Are you not giving away the weakness of your hand in an attempt to keep your tournament life alive? (Or maybe you are trying to induce a call due because your opponent may be thinking this)?

Are you really shoving the majority of your stack with the idea of potentially folding flop or to a re-raise with 1 or 1/2 a BB behind?

Can someone help me understand the value in this play?
IMO it is a very dangerous thing to do. If the internet goes down or they have a power cut, then they will be folded out, having lost almost their entire stack.
 
Academico

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It is understandable that this strategy catches your attention, since it is a risky and somewhat unusual tactic. Indeed, when a player pushes the majority of his stack and leaves only one or two checkers behind, he may be trying to achieve several objectives, and not necessarily revealing weakness. Here are some possible reasons behind this move:

Trapping Opponents: By leaving only one or two chips, the player may be trying to induce others to call in the hopes that they will believe they have a stronger hand and will be willing to risk the rest of their chips. In this case, they are not looking to fold on the flop, but rather attract other players to the pot to increase their winnings.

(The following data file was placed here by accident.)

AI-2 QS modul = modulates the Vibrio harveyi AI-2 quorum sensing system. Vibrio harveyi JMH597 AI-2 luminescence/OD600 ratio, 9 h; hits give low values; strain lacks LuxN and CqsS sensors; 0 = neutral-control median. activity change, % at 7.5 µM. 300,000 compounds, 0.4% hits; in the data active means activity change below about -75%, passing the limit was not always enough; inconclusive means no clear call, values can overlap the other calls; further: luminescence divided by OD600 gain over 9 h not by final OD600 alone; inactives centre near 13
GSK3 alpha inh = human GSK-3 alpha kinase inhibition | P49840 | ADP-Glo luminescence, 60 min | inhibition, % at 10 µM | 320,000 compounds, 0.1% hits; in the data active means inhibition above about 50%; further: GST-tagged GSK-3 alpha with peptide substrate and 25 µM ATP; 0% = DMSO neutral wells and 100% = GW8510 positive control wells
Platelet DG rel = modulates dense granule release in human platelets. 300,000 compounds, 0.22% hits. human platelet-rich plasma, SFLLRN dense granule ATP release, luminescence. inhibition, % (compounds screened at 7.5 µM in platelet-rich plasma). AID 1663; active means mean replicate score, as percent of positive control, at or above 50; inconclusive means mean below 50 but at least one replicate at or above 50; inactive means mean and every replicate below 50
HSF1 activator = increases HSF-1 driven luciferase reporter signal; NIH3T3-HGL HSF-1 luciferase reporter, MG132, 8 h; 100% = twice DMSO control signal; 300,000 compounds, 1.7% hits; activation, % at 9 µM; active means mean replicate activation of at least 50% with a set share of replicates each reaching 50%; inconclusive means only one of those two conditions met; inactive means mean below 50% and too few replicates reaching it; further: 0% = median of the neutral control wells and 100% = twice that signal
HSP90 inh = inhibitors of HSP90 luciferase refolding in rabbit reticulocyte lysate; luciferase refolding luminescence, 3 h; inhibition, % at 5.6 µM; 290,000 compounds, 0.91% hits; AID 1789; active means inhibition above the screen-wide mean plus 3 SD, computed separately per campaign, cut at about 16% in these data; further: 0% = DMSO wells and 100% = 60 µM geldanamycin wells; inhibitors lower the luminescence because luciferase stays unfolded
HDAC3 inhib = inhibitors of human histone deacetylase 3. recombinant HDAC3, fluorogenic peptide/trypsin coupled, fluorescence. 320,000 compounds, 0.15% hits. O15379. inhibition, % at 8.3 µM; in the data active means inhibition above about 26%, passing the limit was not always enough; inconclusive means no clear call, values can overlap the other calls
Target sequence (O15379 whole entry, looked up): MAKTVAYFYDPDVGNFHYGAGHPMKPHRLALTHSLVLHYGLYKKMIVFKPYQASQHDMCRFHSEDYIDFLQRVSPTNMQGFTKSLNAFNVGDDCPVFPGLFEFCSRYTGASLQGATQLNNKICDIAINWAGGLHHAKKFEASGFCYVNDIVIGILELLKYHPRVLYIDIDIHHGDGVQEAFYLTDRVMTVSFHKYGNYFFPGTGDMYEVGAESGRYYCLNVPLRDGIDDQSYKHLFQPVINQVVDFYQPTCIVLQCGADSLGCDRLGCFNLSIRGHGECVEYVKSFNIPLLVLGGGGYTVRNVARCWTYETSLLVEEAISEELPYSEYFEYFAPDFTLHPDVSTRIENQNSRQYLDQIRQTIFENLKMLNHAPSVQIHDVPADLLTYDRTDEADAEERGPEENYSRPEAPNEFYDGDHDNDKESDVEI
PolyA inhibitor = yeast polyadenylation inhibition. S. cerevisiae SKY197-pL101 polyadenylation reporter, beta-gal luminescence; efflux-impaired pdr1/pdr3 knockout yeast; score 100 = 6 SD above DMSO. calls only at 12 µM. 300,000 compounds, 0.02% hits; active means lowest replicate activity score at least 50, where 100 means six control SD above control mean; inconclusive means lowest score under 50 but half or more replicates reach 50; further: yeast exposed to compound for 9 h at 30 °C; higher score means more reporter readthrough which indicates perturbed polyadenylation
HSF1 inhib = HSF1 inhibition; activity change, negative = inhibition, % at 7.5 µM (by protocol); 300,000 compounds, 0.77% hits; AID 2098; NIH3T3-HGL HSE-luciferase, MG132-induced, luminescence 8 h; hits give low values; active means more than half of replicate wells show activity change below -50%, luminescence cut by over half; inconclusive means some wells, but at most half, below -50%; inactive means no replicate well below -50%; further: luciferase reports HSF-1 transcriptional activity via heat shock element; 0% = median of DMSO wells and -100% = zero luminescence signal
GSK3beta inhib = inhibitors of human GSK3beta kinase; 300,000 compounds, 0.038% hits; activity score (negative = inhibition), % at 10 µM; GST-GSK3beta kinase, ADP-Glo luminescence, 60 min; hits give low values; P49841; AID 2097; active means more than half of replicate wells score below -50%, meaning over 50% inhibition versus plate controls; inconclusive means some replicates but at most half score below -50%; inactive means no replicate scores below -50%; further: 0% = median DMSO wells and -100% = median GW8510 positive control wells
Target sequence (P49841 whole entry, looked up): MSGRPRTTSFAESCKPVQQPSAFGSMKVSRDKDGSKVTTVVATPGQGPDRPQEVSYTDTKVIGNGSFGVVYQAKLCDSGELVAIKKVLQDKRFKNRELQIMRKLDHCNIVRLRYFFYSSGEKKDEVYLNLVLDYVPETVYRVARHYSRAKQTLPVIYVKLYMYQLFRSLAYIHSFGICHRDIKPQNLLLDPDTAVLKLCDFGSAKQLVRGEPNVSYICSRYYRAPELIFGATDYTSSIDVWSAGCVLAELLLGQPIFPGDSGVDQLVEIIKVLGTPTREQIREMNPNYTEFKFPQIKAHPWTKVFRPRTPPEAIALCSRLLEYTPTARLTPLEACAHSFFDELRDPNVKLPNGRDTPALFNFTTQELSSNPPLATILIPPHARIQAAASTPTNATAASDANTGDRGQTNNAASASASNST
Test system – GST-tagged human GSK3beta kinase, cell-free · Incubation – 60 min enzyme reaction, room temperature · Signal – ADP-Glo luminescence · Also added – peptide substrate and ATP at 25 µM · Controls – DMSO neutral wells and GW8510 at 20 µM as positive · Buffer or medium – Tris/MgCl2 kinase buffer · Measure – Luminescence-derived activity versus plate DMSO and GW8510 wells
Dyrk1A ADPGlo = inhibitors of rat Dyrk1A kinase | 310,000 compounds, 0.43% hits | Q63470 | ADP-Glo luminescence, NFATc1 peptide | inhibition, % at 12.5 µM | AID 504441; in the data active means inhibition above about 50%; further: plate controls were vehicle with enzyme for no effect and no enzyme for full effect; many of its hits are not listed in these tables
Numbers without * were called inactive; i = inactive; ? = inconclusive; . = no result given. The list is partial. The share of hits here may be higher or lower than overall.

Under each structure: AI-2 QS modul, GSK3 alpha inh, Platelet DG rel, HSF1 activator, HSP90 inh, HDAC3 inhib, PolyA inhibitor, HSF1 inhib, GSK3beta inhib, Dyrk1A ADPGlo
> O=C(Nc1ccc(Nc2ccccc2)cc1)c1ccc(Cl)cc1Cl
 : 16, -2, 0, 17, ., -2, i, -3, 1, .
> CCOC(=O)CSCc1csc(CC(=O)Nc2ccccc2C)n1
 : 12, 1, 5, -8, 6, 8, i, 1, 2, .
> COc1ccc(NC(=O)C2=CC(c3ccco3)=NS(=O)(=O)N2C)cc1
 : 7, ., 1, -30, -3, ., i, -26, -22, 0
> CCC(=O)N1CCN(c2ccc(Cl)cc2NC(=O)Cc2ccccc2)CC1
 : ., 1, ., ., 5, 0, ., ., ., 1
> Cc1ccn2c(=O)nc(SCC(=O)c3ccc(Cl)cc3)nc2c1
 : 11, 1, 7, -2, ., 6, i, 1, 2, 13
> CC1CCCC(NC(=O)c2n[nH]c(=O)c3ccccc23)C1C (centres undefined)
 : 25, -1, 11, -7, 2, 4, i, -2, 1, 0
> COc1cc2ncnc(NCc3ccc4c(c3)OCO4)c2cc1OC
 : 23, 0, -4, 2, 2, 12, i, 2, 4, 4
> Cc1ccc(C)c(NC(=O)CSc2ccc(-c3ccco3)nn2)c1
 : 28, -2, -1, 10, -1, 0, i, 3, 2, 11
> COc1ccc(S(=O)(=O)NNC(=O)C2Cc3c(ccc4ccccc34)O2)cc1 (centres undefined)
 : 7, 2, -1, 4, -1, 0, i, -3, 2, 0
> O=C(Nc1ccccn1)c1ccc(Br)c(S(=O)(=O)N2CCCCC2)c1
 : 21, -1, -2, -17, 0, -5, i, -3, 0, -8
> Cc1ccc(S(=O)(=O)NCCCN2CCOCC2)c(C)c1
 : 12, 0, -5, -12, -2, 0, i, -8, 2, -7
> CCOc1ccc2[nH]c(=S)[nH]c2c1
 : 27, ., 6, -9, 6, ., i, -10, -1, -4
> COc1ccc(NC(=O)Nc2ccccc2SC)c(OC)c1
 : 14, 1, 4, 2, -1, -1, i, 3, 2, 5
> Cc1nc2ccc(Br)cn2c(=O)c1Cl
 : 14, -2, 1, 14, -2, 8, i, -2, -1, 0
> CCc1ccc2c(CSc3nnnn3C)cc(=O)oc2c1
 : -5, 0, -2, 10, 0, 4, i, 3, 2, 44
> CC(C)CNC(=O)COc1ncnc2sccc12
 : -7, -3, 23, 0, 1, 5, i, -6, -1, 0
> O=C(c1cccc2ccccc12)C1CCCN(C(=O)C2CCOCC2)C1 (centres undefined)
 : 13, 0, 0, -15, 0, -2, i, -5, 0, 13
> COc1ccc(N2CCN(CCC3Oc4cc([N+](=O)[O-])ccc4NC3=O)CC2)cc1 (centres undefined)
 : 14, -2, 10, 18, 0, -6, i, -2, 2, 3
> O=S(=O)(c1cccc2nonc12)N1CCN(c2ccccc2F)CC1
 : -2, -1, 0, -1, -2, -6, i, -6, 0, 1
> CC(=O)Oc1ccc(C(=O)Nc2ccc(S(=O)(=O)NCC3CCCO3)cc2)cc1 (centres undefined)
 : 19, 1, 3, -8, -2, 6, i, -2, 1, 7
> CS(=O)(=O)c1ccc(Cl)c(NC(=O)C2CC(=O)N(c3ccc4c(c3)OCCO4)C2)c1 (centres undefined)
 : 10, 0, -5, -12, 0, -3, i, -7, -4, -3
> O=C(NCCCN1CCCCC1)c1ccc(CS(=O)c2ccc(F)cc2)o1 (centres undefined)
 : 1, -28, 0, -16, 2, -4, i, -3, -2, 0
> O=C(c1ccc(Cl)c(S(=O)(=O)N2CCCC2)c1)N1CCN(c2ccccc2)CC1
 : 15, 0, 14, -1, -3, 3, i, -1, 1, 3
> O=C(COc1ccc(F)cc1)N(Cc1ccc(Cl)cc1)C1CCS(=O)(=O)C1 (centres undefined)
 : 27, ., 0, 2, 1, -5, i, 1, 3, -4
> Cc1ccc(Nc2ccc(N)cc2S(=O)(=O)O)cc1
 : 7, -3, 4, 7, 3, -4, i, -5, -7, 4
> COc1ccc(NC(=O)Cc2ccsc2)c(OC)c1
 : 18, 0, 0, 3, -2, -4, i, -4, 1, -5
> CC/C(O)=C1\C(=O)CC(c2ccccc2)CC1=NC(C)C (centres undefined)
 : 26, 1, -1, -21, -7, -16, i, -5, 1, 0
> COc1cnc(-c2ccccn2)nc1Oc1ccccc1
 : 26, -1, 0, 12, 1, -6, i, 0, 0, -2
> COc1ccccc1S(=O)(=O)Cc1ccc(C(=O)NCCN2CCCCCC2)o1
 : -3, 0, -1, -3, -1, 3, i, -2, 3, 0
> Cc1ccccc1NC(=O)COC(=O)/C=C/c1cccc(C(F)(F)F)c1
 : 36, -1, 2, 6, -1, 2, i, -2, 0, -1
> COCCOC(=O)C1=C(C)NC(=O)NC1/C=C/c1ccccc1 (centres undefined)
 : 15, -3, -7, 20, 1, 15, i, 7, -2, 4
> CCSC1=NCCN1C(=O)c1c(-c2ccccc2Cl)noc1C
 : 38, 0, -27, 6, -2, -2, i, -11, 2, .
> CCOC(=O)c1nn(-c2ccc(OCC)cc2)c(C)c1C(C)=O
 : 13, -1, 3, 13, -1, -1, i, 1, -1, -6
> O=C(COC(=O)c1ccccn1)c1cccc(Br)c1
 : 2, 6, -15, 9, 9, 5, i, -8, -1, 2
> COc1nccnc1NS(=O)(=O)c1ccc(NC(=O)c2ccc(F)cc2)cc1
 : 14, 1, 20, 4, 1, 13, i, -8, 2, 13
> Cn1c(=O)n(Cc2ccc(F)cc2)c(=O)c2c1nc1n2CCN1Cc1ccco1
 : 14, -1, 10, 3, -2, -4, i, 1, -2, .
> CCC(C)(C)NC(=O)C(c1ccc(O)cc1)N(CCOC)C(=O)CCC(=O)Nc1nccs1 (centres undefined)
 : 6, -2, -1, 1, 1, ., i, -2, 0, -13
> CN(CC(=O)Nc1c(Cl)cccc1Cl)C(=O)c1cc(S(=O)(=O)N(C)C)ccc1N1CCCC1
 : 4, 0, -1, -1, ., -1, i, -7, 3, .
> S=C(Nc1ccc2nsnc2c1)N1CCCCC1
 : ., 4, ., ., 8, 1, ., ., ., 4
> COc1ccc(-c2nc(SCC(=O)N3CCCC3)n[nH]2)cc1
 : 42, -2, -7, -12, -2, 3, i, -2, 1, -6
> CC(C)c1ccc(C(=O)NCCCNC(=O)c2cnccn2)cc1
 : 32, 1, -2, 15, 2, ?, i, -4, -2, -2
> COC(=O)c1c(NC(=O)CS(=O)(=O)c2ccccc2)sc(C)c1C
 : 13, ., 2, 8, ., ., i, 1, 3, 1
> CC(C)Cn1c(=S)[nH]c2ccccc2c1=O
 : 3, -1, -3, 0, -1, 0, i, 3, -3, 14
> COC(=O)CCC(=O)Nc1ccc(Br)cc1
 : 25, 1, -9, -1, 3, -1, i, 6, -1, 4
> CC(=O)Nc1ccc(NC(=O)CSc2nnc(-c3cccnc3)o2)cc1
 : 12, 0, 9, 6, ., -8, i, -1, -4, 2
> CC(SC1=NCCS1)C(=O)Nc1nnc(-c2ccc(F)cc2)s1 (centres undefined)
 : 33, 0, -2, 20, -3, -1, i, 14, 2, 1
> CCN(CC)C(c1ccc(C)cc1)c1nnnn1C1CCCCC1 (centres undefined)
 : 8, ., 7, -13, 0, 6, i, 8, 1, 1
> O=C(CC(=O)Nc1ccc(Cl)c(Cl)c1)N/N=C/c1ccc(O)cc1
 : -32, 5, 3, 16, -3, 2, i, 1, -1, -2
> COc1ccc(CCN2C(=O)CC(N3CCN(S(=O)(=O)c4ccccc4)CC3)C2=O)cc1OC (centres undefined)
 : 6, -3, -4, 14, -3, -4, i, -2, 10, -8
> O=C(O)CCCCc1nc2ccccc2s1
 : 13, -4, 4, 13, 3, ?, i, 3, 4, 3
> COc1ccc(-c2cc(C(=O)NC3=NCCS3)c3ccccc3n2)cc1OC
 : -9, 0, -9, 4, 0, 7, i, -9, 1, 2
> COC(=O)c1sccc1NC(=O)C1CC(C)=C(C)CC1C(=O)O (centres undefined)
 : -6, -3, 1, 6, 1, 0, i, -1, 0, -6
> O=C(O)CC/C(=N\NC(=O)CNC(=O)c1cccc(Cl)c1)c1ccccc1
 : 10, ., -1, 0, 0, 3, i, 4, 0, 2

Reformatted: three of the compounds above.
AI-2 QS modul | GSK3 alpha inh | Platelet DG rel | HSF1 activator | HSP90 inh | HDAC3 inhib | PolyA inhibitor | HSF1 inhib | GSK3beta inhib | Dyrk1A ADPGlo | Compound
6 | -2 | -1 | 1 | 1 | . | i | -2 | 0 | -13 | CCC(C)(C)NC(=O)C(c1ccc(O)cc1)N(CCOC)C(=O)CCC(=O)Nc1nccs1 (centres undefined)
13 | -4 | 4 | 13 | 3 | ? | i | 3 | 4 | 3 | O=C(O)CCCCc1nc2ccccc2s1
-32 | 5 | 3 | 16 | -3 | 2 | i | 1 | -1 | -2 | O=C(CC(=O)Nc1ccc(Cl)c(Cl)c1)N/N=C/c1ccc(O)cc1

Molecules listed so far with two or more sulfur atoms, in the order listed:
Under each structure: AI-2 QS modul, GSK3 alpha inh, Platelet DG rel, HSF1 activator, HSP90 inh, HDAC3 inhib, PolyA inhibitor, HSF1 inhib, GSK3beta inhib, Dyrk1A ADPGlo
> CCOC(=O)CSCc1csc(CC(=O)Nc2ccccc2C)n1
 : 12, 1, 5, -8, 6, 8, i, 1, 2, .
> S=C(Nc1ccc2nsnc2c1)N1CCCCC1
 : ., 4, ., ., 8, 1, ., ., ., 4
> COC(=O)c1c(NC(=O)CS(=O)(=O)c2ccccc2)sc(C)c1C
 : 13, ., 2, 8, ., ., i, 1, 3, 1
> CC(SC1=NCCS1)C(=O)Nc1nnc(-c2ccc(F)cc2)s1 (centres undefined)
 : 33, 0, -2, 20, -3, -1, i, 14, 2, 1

Protect the blind: In tournaments with increasing blind structures, some players use this strategy to protect their blinds. If you have a marginal hand but are about to run out of chips, you can push to avoid running out of the blind and still have a chance to survive and fight for a better time to bet your chips.

Offbalance Attempt: By making this unusual play, a player can attempt to throw his opponents off balance and cause them to second-guess their decision making. Uncertainty can lead to mistakes on the part of opponents, which could be beneficial for the player making the play.
 
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There is no point in doing that, either you want to play for everything or not, I don't agree with doing things halfway.